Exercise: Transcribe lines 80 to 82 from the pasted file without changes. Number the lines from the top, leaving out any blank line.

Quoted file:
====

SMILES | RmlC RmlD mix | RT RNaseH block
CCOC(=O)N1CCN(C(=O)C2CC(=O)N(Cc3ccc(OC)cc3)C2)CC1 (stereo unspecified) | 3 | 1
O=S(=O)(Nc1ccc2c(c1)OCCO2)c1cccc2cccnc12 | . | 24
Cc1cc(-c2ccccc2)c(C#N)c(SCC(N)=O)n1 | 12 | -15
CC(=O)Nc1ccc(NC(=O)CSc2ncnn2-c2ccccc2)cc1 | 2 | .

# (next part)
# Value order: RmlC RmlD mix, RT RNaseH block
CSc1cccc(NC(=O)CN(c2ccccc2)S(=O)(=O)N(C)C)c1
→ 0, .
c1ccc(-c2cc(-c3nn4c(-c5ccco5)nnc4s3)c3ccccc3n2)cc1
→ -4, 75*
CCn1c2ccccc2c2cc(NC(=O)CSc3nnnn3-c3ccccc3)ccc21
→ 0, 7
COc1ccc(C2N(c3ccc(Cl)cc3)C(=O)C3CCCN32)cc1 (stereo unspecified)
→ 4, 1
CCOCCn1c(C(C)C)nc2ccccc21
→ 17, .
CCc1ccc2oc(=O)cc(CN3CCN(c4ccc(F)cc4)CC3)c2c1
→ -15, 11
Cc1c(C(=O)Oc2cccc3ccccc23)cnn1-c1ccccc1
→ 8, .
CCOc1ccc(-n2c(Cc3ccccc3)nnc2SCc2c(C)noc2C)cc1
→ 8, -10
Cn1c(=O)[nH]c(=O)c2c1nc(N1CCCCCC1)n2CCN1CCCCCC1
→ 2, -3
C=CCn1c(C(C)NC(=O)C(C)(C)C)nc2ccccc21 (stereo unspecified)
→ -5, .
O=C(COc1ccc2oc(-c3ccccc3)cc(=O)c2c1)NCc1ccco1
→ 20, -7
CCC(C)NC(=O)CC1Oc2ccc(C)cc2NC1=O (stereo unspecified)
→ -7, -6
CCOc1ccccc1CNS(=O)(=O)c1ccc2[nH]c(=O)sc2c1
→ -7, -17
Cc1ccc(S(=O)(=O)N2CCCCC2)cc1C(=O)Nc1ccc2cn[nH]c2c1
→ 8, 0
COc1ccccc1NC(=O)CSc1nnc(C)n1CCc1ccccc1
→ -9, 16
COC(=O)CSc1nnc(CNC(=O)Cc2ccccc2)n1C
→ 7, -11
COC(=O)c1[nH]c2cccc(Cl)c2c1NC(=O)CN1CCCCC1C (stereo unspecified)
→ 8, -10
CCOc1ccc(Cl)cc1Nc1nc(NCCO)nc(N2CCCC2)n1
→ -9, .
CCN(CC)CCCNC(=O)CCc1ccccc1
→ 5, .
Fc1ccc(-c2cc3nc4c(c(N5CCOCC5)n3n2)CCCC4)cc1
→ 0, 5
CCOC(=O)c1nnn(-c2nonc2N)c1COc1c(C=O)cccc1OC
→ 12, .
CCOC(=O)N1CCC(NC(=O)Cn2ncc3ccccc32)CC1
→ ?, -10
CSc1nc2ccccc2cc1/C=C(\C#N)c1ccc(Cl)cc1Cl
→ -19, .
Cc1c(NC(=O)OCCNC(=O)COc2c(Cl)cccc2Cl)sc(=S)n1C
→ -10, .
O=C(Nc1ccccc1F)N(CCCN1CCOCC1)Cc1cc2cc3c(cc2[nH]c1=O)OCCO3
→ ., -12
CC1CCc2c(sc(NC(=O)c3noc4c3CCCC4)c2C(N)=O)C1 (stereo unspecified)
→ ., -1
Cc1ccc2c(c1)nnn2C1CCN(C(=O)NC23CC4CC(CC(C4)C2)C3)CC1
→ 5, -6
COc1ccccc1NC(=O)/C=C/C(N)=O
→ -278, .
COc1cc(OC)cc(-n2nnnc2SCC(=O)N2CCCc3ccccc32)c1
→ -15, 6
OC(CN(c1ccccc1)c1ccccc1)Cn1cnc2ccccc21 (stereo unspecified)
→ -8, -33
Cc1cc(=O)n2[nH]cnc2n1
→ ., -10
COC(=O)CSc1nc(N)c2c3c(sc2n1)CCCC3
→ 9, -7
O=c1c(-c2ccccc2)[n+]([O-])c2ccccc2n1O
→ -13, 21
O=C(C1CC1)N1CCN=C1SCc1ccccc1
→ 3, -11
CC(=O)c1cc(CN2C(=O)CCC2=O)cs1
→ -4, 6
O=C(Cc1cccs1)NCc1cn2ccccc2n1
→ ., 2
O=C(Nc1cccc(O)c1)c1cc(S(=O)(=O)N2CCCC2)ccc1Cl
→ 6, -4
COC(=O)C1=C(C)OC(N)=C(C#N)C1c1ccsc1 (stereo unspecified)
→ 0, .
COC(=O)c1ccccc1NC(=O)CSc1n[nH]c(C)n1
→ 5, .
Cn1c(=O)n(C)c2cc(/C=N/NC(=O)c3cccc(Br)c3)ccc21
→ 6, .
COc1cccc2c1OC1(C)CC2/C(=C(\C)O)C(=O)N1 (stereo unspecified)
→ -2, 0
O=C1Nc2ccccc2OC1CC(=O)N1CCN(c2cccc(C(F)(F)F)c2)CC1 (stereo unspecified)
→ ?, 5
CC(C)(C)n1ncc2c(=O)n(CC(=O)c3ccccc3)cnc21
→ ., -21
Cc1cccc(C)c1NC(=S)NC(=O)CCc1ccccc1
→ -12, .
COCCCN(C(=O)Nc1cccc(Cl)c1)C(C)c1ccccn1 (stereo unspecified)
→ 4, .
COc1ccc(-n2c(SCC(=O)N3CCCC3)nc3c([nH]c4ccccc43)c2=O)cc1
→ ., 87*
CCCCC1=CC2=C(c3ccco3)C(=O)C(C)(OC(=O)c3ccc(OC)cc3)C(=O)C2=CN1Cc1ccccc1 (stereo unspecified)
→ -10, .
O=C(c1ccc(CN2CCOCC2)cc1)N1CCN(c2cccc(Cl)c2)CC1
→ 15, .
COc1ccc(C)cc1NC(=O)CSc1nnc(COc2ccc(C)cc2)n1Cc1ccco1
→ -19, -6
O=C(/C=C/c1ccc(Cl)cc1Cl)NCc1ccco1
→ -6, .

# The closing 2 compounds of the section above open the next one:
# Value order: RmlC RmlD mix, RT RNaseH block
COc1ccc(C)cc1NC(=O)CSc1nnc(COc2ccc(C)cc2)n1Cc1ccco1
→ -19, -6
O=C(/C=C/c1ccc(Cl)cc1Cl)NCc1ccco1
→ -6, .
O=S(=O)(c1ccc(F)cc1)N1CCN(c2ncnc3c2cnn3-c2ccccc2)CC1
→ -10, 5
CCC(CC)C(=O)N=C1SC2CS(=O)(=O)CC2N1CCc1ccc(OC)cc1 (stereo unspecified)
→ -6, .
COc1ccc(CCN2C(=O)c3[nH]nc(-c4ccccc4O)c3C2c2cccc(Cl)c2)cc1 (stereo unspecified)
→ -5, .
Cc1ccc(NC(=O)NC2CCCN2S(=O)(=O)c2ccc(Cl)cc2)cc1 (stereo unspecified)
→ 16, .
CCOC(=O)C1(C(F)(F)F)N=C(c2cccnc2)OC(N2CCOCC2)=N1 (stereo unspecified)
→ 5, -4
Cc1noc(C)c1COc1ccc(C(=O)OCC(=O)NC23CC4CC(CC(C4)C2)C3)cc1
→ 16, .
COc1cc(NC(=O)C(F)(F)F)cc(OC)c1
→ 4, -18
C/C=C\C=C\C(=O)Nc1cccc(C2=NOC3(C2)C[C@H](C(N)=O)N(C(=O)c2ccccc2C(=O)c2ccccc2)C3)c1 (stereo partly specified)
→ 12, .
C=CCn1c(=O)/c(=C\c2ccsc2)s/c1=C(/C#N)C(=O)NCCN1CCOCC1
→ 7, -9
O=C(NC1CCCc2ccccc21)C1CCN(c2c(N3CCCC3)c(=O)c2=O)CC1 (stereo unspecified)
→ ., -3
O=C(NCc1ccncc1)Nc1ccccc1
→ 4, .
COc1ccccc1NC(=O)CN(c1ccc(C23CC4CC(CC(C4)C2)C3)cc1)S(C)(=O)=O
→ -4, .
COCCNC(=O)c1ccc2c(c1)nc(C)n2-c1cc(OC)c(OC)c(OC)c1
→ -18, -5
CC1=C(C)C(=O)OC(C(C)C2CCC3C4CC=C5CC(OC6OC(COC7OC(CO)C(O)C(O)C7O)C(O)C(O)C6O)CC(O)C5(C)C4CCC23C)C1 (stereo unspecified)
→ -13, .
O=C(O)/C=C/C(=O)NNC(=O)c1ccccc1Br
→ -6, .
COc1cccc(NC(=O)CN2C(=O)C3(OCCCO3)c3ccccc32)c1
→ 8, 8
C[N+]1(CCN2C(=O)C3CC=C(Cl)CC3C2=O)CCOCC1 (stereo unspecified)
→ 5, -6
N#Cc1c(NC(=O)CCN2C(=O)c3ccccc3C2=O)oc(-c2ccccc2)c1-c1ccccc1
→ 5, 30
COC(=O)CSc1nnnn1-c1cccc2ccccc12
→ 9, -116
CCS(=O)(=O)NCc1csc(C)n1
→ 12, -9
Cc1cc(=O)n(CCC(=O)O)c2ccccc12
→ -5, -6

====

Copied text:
O=C(Nc1cccc(O)c1)c1cc(S(=O)(=O)N2CCCC2)ccc1Cl
→ 6, -4
COC(=O)C1=C(C)OC(N)=C(C#N)C1c1ccsc1 (stereo unspecified)